Twists and Turns in Ancient Roads: As Unidentified Corridors Become a Reality in 2010, Act 178’s Shortcomings Come into Focus

31 Pages Posted: 25 Oct 2010 Last revised: 8 Feb 2011

See all articles by Alexander Hood

Alexander Hood

affiliation not provided to SSRN

Date Written: April 25, 2010

Abstract

Act 178 is a Vermont law passed in 2006 to resolve Vermont’s ancient roads problem: the problem of legal highways that fell into disuse, were largely invisible to an observer on the ground, and increasingly clouded landowner’s titles. On its face, Act 178’s solution seems simple: by 2010, towns must map the ancient roads they wish to preserve; in 2010, unmapped ancient roads become Unidentified Corridors; and in 2015, Unidentified Corridors are discontinued – seemingly ending the ancient roads problem. Many ancient roads were mapped by the 2010 deadline, and will therefore be preserved by towns while putting landowners on notice about the roads’ existence. However, as Unidentified Corridors become a reality in 2010, new problems with Act 178 are coming into focus.

Act 178’s Unidentified Corridor provisions fail to achieve the legislature’s goal to provide a comprehensive solution to ancient roads. Rights like prescriptive public easements, private rights of access, trails, and “clearly observable” highways appear to fall outside the statutory definition of Unidentified Corridors and therefore likely constitute ancient roads that will survive despite the Act. Furthermore, the statutory language allowing a town to reclassify an Unidentified Corridor into a permanent class of road may inadvertently lead to invalid unconstitutional takings which require towns to pay compensation to landowners. In its Unidentified Corridor provisions, Act 178 therefore fails landowners that should be able to rely on the Act to extinguish ancient roads that may now be clouding their titles. Similarly, the Act fails towns that should be able to rely on it to systematically discontinue the ancient roads they do not want, while preserving those they do want.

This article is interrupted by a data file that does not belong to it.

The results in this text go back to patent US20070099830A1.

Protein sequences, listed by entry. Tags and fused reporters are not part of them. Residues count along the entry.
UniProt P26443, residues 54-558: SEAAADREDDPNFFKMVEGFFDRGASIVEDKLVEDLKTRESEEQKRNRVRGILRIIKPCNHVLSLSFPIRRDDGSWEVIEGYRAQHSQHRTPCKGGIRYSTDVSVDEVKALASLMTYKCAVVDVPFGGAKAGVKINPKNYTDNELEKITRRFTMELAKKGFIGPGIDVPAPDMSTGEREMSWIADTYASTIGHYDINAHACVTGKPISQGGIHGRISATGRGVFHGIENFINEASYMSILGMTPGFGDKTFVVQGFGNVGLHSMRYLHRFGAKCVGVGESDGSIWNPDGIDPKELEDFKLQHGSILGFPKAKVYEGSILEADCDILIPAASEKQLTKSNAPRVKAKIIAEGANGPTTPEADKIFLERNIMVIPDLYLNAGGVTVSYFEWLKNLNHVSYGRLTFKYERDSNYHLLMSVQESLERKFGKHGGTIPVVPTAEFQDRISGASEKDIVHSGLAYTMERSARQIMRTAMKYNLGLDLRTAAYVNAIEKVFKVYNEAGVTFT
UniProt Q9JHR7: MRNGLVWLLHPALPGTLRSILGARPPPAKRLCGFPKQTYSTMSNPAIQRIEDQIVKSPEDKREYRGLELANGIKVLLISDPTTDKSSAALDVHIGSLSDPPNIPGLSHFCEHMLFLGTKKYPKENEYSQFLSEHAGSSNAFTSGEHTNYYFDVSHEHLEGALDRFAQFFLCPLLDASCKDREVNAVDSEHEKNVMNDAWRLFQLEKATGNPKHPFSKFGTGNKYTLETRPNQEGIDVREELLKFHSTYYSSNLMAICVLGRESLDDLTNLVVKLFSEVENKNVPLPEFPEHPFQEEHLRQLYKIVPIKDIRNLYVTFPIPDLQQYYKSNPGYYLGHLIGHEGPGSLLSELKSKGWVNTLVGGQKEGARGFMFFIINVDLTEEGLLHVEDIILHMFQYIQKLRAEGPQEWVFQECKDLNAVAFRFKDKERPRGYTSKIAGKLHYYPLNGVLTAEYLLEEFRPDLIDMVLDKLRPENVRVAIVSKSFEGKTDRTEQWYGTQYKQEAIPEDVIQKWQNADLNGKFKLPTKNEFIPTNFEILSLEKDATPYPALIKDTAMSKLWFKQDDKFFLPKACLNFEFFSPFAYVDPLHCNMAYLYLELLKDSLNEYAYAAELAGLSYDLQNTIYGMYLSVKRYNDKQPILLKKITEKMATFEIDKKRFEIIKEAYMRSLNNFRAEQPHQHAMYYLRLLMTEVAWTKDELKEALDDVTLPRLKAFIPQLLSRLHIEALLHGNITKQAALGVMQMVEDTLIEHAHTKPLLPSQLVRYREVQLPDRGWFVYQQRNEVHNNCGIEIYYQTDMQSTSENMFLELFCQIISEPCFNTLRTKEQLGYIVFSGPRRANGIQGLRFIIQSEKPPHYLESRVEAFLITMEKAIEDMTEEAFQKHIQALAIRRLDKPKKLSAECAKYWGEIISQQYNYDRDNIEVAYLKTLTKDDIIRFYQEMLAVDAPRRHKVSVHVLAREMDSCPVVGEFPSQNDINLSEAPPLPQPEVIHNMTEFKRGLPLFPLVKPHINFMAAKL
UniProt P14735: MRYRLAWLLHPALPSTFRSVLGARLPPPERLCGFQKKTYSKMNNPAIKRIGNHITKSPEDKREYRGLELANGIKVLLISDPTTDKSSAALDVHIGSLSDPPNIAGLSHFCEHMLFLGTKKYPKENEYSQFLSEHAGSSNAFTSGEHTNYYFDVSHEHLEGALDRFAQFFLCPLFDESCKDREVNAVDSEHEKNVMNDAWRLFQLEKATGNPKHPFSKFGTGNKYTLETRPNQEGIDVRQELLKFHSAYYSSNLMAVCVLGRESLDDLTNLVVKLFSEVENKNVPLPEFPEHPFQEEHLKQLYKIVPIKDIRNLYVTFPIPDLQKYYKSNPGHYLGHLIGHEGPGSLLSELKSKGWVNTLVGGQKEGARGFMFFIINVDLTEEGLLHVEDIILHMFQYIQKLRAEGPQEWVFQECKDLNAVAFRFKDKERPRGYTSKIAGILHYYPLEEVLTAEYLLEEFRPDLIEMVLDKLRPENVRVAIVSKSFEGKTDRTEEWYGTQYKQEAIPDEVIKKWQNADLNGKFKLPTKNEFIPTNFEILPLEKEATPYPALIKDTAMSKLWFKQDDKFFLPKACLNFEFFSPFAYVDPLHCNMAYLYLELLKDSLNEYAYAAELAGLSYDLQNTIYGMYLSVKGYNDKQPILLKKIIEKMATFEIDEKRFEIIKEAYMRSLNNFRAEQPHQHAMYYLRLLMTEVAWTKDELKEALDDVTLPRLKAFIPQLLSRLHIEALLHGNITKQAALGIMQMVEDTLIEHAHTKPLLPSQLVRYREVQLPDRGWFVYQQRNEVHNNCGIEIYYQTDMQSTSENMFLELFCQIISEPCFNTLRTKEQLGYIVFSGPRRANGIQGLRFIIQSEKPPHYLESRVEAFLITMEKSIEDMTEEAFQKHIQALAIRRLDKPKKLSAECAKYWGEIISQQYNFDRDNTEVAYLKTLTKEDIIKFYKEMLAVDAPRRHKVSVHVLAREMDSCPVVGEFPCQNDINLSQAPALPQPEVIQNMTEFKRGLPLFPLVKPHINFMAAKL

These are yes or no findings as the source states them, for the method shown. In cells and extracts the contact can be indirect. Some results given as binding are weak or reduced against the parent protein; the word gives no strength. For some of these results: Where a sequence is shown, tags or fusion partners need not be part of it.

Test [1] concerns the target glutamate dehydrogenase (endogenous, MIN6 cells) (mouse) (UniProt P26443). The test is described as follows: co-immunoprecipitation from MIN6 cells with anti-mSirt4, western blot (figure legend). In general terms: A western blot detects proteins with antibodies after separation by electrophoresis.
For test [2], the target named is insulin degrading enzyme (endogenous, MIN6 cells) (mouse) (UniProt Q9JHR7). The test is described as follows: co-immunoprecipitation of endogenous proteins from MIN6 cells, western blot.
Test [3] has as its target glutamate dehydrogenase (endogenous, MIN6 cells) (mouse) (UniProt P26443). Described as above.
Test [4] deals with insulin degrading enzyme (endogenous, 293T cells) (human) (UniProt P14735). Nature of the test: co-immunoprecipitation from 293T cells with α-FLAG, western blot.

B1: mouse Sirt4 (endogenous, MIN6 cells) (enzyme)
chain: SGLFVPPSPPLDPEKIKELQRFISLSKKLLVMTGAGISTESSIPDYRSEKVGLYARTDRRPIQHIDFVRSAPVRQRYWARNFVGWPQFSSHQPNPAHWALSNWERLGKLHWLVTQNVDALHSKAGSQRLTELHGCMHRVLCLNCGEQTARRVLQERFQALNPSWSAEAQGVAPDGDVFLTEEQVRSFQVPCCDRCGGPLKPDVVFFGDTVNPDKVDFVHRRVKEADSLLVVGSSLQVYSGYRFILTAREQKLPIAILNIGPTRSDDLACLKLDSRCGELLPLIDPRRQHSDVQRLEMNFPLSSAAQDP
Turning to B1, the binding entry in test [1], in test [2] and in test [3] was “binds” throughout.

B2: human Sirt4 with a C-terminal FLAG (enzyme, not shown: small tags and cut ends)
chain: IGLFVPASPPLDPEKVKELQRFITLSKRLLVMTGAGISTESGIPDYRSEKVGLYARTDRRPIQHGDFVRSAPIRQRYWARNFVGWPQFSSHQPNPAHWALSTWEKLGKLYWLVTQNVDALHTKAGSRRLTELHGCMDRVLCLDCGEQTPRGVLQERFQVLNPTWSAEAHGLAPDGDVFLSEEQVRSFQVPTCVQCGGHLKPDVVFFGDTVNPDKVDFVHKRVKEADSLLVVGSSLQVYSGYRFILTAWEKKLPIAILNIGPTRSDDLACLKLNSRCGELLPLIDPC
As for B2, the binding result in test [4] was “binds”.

This article analyzes these lurking shortcomings in Act 178’s Unidentified Corridor provisions that take effect in 2010. It does so in three parts. First, is a background of the statutes and common law that together make up Vermont highway law. Second, is a discussion of the ancient roads problem in Vermont and how Act 178 purports to solve the problem. Finally, third, is an analysis of how Act 178’s Unidentified Corridor provisions fail to fully resolve the ancient roads problem and thus fail to achieve the purpose of the Act.

Keywords: Roads, Highway, Ancient Road, Prescription, Dedication and Acceptance, Takings, Vermont, Act 178

Suggested Citation

Hood, Alexander, Twists and Turns in Ancient Roads: As Unidentified Corridors Become a Reality in 2010, Act 178’s Shortcomings Come into Focus (April 25, 2010). Vermont Journal of Environmental Law, Vol. 12, 2010. Available at SSRN: https://ssrn.com/abstract=1697836

Alexander Hood (Contact Author)

affiliation not provided to SSRN ( email )

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